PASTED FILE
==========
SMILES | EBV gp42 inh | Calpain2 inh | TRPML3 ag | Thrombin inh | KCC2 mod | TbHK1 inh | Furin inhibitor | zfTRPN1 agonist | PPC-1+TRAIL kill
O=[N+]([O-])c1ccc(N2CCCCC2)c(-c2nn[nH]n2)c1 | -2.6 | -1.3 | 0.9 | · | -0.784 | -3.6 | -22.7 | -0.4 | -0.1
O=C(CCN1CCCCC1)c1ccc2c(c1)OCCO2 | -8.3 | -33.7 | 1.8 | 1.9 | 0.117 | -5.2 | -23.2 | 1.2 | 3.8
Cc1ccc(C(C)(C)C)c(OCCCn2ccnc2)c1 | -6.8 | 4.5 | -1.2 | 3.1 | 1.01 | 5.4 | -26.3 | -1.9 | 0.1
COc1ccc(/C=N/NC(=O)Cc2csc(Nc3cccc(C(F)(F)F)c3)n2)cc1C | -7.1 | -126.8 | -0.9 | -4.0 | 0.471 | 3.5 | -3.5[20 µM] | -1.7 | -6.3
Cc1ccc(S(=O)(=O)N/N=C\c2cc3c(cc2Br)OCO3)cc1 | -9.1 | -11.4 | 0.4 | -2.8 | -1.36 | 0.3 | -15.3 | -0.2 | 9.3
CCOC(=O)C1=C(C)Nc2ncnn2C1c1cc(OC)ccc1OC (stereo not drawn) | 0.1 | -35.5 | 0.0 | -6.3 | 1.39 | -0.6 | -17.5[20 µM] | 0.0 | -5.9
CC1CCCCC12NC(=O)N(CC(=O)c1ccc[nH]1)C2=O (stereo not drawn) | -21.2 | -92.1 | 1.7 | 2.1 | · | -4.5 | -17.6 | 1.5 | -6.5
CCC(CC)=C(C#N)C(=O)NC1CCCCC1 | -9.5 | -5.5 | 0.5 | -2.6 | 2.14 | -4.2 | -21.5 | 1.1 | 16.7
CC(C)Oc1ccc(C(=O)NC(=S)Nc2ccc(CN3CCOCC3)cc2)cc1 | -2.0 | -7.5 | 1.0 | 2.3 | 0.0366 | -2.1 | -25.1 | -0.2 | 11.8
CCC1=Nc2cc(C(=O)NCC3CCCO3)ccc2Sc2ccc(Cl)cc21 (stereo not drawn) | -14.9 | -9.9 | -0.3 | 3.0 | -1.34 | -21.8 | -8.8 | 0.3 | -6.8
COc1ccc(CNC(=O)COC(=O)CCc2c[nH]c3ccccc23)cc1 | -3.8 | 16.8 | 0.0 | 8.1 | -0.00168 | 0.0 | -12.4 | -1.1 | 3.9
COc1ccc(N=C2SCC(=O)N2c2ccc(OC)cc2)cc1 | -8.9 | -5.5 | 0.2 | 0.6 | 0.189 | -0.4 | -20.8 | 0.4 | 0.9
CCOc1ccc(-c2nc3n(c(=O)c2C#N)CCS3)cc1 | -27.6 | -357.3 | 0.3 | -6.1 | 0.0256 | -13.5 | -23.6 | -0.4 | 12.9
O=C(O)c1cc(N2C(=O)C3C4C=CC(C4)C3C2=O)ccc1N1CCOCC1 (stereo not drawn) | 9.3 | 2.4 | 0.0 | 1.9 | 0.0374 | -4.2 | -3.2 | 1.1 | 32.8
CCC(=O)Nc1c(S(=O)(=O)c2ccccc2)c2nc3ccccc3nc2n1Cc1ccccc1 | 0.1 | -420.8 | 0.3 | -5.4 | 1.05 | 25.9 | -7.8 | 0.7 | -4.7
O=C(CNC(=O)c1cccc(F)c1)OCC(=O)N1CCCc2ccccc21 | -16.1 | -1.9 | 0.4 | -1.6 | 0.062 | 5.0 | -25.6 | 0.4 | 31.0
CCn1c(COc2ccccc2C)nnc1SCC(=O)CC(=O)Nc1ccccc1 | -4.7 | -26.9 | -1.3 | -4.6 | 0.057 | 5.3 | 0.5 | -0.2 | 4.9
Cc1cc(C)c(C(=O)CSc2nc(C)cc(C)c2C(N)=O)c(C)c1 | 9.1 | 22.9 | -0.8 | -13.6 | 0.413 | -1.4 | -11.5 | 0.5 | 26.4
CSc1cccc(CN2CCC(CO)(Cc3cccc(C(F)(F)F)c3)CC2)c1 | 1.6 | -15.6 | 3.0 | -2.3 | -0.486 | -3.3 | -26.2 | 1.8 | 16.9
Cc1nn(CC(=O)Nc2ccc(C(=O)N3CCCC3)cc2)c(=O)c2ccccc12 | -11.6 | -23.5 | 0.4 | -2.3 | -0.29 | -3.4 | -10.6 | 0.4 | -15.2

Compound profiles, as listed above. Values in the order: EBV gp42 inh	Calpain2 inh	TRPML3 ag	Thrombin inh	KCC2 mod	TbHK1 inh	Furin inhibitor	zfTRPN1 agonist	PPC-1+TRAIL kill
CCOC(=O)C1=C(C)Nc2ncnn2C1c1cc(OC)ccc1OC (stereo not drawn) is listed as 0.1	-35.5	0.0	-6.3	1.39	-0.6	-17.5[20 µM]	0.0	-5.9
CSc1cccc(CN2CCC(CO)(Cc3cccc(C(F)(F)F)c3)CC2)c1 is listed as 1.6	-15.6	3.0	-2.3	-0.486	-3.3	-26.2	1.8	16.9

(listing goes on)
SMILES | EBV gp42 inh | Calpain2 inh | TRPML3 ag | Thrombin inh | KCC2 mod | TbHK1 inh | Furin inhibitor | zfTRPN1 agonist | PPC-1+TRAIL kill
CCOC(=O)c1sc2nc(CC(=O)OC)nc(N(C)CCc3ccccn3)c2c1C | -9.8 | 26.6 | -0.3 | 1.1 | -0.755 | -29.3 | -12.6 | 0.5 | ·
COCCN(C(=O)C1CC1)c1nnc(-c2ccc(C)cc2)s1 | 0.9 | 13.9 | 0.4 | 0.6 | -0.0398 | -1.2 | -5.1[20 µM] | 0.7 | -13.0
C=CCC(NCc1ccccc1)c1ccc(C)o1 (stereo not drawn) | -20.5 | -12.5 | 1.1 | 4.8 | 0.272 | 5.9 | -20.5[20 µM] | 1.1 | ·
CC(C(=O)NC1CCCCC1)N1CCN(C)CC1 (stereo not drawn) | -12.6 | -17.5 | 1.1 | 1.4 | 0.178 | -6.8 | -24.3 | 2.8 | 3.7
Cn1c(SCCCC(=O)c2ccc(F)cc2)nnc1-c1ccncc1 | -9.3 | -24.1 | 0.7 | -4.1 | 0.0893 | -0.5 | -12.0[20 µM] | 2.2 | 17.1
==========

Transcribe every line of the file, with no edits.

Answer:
SMILES | EBV gp42 inh | Calpain2 inh | TRPML3 ag | Thrombin inh | KCC2 mod | TbHK1 inh | Furin inhibitor | zfTRPN1 agonist | PPC-1+TRAIL kill
O=[N+]([O-])c1ccc(N2CCCCC2)c(-c2nn[nH]n2)c1 | -2.6 | -1.3 | 0.9 | · | -0.784 | -3.6 | -22.7 | -0.4 | -0.1
O=C(CCN1CCCCC1)c1ccc2c(c1)OCCO2 | -8.3 | -33.7 | 1.8 | 1.9 | 0.117 | -5.2 | -23.2 | 1.2 | 3.8
Cc1ccc(C(C)(C)C)c(OCCCn2ccnc2)c1 | -6.8 | 4.5 | -1.2 | 3.1 | 1.01 | 5.4 | -26.3 | -1.9 | 0.1
COc1ccc(/C=N/NC(=O)Cc2csc(Nc3cccc(C(F)(F)F)c3)n2)cc1C | -7.1 | -126.8 | -0.9 | -4.0 | 0.471 | 3.5 | -3.5[20 µM] | -1.7 | -6.3
Cc1ccc(S(=O)(=O)N/N=C\c2cc3c(cc2Br)OCO3)cc1 | -9.1 | -11.4 | 0.4 | -2.8 | -1.36 | 0.3 | -15.3 | -0.2 | 9.3
CCOC(=O)C1=C(C)Nc2ncnn2C1c1cc(OC)ccc1OC (stereo not drawn) | 0.1 | -35.5 | 0.0 | -6.3 | 1.39 | -0.6 | -17.5[20 µM] | 0.0 | -5.9
CC1CCCCC12NC(=O)N(CC(=O)c1ccc[nH]1)C2=O (stereo not drawn) | -21.2 | -92.1 | 1.7 | 2.1 | · | -4.5 | -17.6 | 1.5 | -6.5
CCC(CC)=C(C#N)C(=O)NC1CCCCC1 | -9.5 | -5.5 | 0.5 | -2.6 | 2.14 | -4.2 | -21.5 | 1.1 | 16.7
CC(C)Oc1ccc(C(=O)NC(=S)Nc2ccc(CN3CCOCC3)cc2)cc1 | -2.0 | -7.5 | 1.0 | 2.3 | 0.0366 | -2.1 | -25.1 | -0.2 | 11.8
CCC1=Nc2cc(C(=O)NCC3CCCO3)ccc2Sc2ccc(Cl)cc21 (stereo not drawn) | -14.9 | -9.9 | -0.3 | 3.0 | -1.34 | -21.8 | -8.8 | 0.3 | -6.8
COc1ccc(CNC(=O)COC(=O)CCc2c[nH]c3ccccc23)cc1 | -3.8 | 16.8 | 0.0 | 8.1 | -0.00168 | 0.0 | -12.4 | -1.1 | 3.9
COc1ccc(N=C2SCC(=O)N2c2ccc(OC)cc2)cc1 | -8.9 | -5.5 | 0.2 | 0.6 | 0.189 | -0.4 | -20.8 | 0.4 | 0.9
CCOc1ccc(-c2nc3n(c(=O)c2C#N)CCS3)cc1 | -27.6 | -357.3 | 0.3 | -6.1 | 0.0256 | -13.5 | -23.6 | -0.4 | 12.9
O=C(O)c1cc(N2C(=O)C3C4C=CC(C4)C3C2=O)ccc1N1CCOCC1 (stereo not drawn) | 9.3 | 2.4 | 0.0 | 1.9 | 0.0374 | -4.2 | -3.2 | 1.1 | 32.8
CCC(=O)Nc1c(S(=O)(=O)c2ccccc2)c2nc3ccccc3nc2n1Cc1ccccc1 | 0.1 | -420.8 | 0.3 | -5.4 | 1.05 | 25.9 | -7.8 | 0.7 | -4.7
O=C(CNC(=O)c1cccc(F)c1)OCC(=O)N1CCCc2ccccc21 | -16.1 | -1.9 | 0.4 | -1.6 | 0.062 | 5.0 | -25.6 | 0.4 | 31.0
CCn1c(COc2ccccc2C)nnc1SCC(=O)CC(=O)Nc1ccccc1 | -4.7 | -26.9 | -1.3 | -4.6 | 0.057 | 5.3 | 0.5 | -0.2 | 4.9
Cc1cc(C)c(C(=O)CSc2nc(C)cc(C)c2C(N)=O)c(C)c1 | 9.1 | 22.9 | -0.8 | -13.6 | 0.413 | -1.4 | -11.5 | 0.5 | 26.4
CSc1cccc(CN2CCC(CO)(Cc3cccc(C(F)(F)F)c3)CC2)c1 | 1.6 | -15.6 | 3.0 | -2.3 | -0.486 | -3.3 | -26.2 | 1.8 | 16.9
Cc1nn(CC(=O)Nc2ccc(C(=O)N3CCCC3)cc2)c(=O)c2ccccc12 | -11.6 | -23.5 | 0.4 | -2.3 | -0.29 | -3.4 | -10.6 | 0.4 | -15.2

Compound profiles, as listed above. Values in the order: EBV gp42 inh	Calpain2 inh	TRPML3 ag	Thrombin inh	KCC2 mod	TbHK1 inh	Furin inhibitor	zfTRPN1 agonist	PPC-1+TRAIL kill
CCOC(=O)C1=C(C)Nc2ncnn2C1c1cc(OC)ccc1OC (stereo not drawn) is listed as 0.1	-35.5	0.0	-6.3	1.39	-0.6	-17.5[20 µM]	0.0	-5.9
CSc1cccc(CN2CCC(CO)(Cc3cccc(C(F)(F)F)c3)CC2)c1 is listed as 1.6	-15.6	3.0	-2.3	-0.486	-3.3	-26.2	1.8	16.9

(listing goes on)
SMILES | EBV gp42 inh | Calpain2 inh | TRPML3 ag | Thrombin inh | KCC2 mod | TbHK1 inh | Furin inhibitor | zfTRPN1 agonist | PPC-1+TRAIL kill
CCOC(=O)c1sc2nc(CC(=O)OC)nc(N(C)CCc3ccccn3)c2c1C | -9.8 | 26.6 | -0.3 | 1.1 | -0.755 | -29.3 | -12.6 | 0.5 | ·
COCCN(C(=O)C1CC1)c1nnc(-c2ccc(C)cc2)s1 | 0.9 | 13.9 | 0.4 | 0.6 | -0.0398 | -1.2 | -5.1[20 µM] | 0.7 | -13.0
C=CCC(NCc1ccccc1)c1ccc(C)o1 (stereo not drawn) | -20.5 | -12.5 | 1.1 | 4.8 | 0.272 | 5.9 | -20.5[20 µM] | 1.1 | ·
CC(C(=O)NC1CCCCC1)N1CCN(C)CC1 (stereo not drawn) | -12.6 | -17.5 | 1.1 | 1.4 | 0.178 | -6.8 | -24.3 | 2.8 | 3.7
Cn1c(SCCCC(=O)c2ccc(F)cc2)nnc1-c1ccncc1 | -9.3 | -24.1 | 0.7 | -4.1 | 0.0893 | -0.5 | -12.0[20 µM] | 2.2 | 17.1